The killer murdered visitors staying at his hotel for the fair. Others he lured with promises of employment. Young, attractive women were also a target for Holmes. He would seduce them, relieve them of their funds, and kill them. The Murder Castle was later set ablaze and torn down, and a post office now sits where it once stood.
Years of swindling and killing caught up with H.H. Holmes with the death of his associate Benjamin Pitezel when he traveled to Philadelphia. He planned an insurance scheme where Pitezel would fake his death, and he and Holmes would split the proceeds of an insurance policy. Again motivated by greed, Holmes decided he wanted Pitezel out of the picture, keeping the money for himself. Not only did he kill Pitezel, but he killed three of his five children. He was eventually arrested for the elder Pitezel’s murder.
Holmes met his demise at the end of a rope at Moyamensing Prison in Philadelphia, Pennsylvania, on May 7, 1896, days shy of his 35th birthday. His death did not come quick; instead he suffered on the scaffold as the noose failed to snap his neck. He took his final breath several minutes after the trap door was sprung. I visited the site of the former Moyamensing Prison. A grocery store now stands in its place, but remnants of a prison wall remain.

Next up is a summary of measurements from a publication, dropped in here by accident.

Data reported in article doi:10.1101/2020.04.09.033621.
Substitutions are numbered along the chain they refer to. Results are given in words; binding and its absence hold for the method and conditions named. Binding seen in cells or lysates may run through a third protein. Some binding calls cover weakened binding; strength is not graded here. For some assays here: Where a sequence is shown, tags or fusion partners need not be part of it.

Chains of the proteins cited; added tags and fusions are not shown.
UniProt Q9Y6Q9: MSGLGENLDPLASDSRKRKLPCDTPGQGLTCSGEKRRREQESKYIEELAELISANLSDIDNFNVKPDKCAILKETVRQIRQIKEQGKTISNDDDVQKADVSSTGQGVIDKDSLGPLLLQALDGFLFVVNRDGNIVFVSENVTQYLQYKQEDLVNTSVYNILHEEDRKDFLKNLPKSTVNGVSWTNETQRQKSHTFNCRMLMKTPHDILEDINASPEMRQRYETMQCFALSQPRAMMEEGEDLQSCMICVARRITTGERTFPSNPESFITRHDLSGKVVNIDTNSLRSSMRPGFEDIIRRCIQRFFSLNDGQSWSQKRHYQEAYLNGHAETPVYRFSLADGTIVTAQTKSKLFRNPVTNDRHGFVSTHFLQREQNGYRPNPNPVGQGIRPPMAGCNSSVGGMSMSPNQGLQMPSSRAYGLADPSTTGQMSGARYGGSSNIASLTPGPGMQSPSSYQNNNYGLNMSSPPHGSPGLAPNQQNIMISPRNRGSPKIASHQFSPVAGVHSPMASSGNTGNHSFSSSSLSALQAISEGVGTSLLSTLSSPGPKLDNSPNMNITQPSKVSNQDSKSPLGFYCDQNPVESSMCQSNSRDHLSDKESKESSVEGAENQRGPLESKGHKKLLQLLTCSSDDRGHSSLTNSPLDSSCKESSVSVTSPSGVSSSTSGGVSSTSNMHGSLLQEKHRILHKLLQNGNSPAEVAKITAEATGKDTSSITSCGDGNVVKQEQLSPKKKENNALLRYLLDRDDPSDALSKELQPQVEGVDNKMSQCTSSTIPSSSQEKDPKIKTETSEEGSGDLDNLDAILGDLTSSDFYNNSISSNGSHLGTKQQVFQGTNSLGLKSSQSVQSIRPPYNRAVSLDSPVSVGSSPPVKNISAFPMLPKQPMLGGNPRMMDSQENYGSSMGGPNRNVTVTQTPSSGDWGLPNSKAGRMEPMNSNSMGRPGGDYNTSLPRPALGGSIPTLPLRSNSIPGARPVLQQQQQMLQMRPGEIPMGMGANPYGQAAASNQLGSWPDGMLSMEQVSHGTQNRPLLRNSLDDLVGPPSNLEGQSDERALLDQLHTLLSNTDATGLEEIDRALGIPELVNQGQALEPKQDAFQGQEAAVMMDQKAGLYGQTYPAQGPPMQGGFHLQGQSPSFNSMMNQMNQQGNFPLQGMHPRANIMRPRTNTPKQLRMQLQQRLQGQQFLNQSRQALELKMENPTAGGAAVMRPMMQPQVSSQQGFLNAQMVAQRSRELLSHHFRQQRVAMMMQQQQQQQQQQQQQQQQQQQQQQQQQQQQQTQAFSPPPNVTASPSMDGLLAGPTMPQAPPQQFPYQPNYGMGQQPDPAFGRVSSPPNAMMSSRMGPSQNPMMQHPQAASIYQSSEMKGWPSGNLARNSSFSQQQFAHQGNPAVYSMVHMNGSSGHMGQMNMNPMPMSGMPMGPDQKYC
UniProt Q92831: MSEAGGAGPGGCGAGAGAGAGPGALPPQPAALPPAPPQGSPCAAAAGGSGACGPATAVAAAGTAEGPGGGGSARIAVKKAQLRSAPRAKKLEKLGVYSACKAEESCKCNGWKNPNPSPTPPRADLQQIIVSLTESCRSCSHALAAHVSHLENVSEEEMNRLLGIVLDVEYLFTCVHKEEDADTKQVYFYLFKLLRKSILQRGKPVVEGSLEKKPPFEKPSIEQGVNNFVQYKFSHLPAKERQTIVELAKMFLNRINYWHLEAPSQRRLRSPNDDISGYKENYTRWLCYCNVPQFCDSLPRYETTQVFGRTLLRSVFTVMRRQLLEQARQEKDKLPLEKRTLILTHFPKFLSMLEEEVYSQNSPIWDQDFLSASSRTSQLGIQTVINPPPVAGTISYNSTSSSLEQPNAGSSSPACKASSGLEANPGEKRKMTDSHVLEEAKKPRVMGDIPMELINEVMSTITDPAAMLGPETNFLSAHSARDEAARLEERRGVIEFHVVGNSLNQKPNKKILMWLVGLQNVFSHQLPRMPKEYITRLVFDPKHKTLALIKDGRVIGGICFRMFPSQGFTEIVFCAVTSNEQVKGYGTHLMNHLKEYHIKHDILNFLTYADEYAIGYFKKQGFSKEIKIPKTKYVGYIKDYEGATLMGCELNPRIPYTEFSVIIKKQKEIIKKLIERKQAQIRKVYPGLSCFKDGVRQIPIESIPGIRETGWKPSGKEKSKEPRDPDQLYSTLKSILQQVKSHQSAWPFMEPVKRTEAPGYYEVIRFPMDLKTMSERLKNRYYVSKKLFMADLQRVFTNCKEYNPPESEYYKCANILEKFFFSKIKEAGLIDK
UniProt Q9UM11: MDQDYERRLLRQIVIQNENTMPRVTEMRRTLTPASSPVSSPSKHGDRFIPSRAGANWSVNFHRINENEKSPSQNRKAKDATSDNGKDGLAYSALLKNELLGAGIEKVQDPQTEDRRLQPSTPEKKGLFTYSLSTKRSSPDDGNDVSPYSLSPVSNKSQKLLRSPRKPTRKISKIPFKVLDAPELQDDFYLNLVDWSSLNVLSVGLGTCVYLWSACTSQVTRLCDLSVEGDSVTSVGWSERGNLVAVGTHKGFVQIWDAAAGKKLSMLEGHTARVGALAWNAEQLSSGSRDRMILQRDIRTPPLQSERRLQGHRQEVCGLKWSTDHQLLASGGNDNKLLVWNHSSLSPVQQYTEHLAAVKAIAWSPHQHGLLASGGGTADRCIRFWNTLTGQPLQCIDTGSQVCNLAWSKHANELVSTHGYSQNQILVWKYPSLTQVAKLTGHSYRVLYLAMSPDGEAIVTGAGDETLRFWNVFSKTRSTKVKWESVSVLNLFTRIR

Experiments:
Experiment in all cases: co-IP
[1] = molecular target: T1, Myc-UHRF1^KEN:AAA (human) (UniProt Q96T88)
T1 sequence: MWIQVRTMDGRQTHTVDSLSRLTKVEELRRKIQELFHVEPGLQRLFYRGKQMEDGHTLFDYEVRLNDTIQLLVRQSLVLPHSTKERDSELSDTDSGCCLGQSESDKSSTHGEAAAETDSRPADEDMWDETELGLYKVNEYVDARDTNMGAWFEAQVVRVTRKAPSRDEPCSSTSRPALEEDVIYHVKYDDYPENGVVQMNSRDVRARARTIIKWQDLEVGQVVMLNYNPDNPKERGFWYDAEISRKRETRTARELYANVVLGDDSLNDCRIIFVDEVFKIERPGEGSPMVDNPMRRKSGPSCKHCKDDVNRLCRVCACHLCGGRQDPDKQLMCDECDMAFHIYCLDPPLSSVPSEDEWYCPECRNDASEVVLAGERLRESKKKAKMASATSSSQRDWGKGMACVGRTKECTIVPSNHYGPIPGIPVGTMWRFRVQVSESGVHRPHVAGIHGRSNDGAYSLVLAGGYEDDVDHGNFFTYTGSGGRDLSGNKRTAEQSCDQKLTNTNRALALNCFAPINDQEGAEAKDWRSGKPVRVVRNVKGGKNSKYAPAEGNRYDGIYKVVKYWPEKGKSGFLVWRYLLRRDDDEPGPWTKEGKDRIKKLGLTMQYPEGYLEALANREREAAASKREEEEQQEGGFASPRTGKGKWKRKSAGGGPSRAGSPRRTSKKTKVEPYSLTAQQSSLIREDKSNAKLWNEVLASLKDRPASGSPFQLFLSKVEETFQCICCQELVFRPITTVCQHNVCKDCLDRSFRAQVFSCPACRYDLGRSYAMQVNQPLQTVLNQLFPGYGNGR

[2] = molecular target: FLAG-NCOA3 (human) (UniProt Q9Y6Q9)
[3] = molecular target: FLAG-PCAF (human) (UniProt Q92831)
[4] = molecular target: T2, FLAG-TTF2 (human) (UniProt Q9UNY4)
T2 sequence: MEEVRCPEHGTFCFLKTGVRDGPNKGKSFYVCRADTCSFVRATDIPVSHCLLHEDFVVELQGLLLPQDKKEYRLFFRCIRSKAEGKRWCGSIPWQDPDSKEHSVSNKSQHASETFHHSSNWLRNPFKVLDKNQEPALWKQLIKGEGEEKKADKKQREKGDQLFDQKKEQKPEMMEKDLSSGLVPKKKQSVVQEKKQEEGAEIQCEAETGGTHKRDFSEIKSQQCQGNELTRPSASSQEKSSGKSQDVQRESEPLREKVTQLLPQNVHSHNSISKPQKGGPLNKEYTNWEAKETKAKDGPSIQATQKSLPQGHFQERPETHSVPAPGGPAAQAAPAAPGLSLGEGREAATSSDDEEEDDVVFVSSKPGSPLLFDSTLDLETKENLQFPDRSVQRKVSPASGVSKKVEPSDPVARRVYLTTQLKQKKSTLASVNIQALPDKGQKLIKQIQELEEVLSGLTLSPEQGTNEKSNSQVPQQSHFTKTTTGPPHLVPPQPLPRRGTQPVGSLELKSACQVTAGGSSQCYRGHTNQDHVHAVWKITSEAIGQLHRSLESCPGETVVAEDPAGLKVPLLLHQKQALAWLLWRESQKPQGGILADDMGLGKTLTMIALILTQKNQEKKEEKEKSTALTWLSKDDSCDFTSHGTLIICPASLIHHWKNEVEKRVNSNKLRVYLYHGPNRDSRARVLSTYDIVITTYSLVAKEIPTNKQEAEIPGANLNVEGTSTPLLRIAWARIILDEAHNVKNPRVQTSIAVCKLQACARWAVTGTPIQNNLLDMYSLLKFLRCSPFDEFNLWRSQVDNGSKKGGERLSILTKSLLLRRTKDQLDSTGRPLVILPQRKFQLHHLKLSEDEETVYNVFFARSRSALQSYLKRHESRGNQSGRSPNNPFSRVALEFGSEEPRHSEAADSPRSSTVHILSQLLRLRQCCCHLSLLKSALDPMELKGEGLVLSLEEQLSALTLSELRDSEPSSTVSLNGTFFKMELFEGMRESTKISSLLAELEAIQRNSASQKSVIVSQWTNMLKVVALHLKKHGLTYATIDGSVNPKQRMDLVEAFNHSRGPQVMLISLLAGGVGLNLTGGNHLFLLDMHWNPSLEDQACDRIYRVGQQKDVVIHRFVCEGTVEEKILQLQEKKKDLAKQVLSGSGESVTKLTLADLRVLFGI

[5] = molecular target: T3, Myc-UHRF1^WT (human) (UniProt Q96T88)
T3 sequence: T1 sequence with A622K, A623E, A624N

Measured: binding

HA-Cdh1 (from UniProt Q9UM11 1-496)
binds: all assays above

Following his execution, Holmes’s body was believed to be interred in Holy Cross Cemetery in Yeadon, Pennsylvania. His burial was ironic. Just as he robbed graves of their skeletons in life, he feared this fate for himself in death. To guard against body snatchers, he requested that his coffin be encased in concrete, and buried 10 feet below the Earth’s surface. I’ve read that the concrete was poured into the coffin before it was removed from the vehicle that transported it. As a result, his coffin toppled over, leaving him buried upside down. His grave site is unmarked. Some believe that Holmes’s remains are elsewhere, but most sources agree that he is in the Yeadon cemetery. I attempted to locate the spot where Holmes is believed to be and found an unremarkable patch of grass.